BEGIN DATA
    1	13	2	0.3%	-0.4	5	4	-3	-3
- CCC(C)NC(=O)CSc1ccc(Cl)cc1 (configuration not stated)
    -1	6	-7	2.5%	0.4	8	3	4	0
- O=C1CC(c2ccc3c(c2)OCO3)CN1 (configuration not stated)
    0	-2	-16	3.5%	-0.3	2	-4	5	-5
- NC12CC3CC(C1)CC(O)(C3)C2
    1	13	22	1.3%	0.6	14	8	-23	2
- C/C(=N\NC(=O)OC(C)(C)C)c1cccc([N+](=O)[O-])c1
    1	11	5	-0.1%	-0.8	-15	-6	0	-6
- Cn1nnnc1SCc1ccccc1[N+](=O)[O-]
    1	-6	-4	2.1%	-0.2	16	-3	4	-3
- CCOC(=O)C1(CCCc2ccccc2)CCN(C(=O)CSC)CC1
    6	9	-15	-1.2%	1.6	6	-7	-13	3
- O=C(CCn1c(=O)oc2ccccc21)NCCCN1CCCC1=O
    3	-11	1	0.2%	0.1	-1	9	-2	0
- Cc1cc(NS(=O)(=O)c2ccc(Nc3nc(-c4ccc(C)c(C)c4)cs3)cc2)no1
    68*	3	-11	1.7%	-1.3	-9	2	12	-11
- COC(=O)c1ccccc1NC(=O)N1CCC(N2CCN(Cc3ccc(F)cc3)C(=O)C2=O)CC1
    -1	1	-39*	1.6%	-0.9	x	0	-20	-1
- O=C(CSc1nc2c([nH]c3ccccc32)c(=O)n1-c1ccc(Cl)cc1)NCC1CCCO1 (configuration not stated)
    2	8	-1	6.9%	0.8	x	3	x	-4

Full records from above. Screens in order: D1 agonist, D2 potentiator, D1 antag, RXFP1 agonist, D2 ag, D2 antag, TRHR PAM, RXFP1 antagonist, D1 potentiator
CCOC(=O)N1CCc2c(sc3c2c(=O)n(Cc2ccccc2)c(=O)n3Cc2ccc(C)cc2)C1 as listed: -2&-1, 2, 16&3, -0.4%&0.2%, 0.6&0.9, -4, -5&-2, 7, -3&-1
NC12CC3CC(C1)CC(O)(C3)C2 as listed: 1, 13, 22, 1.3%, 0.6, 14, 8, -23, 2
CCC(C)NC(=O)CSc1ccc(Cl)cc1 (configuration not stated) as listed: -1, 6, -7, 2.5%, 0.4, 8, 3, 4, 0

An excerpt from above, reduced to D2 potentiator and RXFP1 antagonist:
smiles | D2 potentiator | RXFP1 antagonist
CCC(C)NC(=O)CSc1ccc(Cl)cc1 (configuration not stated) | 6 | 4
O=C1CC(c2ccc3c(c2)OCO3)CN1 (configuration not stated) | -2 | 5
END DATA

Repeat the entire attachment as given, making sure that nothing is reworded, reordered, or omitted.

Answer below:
    1	13	2	0.3%	-0.4	5	4	-3	-3
- CCC(C)NC(=O)CSc1ccc(Cl)cc1 (configuration not stated)
    -1	6	-7	2.5%	0.4	8	3	4	0
- O=C1CC(c2ccc3c(c2)OCO3)CN1 (configuration not stated)
    0	-2	-16	3.5%	-0.3	2	-4	5	-5
- NC12CC3CC(C1)CC(O)(C3)C2
    1	13	22	1.3%	0.6	14	8	-23	2
- C/C(=N\NC(=O)OC(C)(C)C)c1cccc([N+](=O)[O-])c1
    1	11	5	-0.1%	-0.8	-15	-6	0	-6
- Cn1nnnc1SCc1ccccc1[N+](=O)[O-]
    1	-6	-4	2.1%	-0.2	16	-3	4	-3
- CCOC(=O)C1(CCCc2ccccc2)CCN(C(=O)CSC)CC1
    6	9	-15	-1.2%	1.6	6	-7	-13	3
- O=C(CCn1c(=O)oc2ccccc21)NCCCN1CCCC1=O
    3	-11	1	0.2%	0.1	-1	9	-2	0
- Cc1cc(NS(=O)(=O)c2ccc(Nc3nc(-c4ccc(C)c(C)c4)cs3)cc2)no1
    68*	3	-11	1.7%	-1.3	-9	2	12	-11
- COC(=O)c1ccccc1NC(=O)N1CCC(N2CCN(Cc3ccc(F)cc3)C(=O)C2=O)CC1
    -1	1	-39*	1.6%	-0.9	x	0	-20	-1
- O=C(CSc1nc2c([nH]c3ccccc32)c(=O)n1-c1ccc(Cl)cc1)NCC1CCCO1 (configuration not stated)
    2	8	-1	6.9%	0.8	x	3	x	-4

Full records from above. Screens in order: D1 agonist, D2 potentiator, D1 antag, RXFP1 agonist, D2 ag, D2 antag, TRHR PAM, RXFP1 antagonist, D1 potentiator
CCOC(=O)N1CCc2c(sc3c2c(=O)n(Cc2ccccc2)c(=O)n3Cc2ccc(C)cc2)C1 as listed: -2&-1, 2, 16&3, -0.4%&0.2%, 0.6&0.9, -4, -5&-2, 7, -3&-1
NC12CC3CC(C1)CC(O)(C3)C2 as listed: 1, 13, 22, 1.3%, 0.6, 14, 8, -23, 2
CCC(C)NC(=O)CSc1ccc(Cl)cc1 (configuration not stated) as listed: -1, 6, -7, 2.5%, 0.4, 8, 3, 4, 0

An excerpt from above, reduced to D2 potentiator and RXFP1 antagonist:
smiles | D2 potentiator | RXFP1 antagonist
CCC(C)NC(=O)CSc1ccc(Cl)cc1 (configuration not stated) | 6 | 4
O=C1CC(c2ccc3c(c2)OCO3)CN1 (configuration not stated) | -2 | 5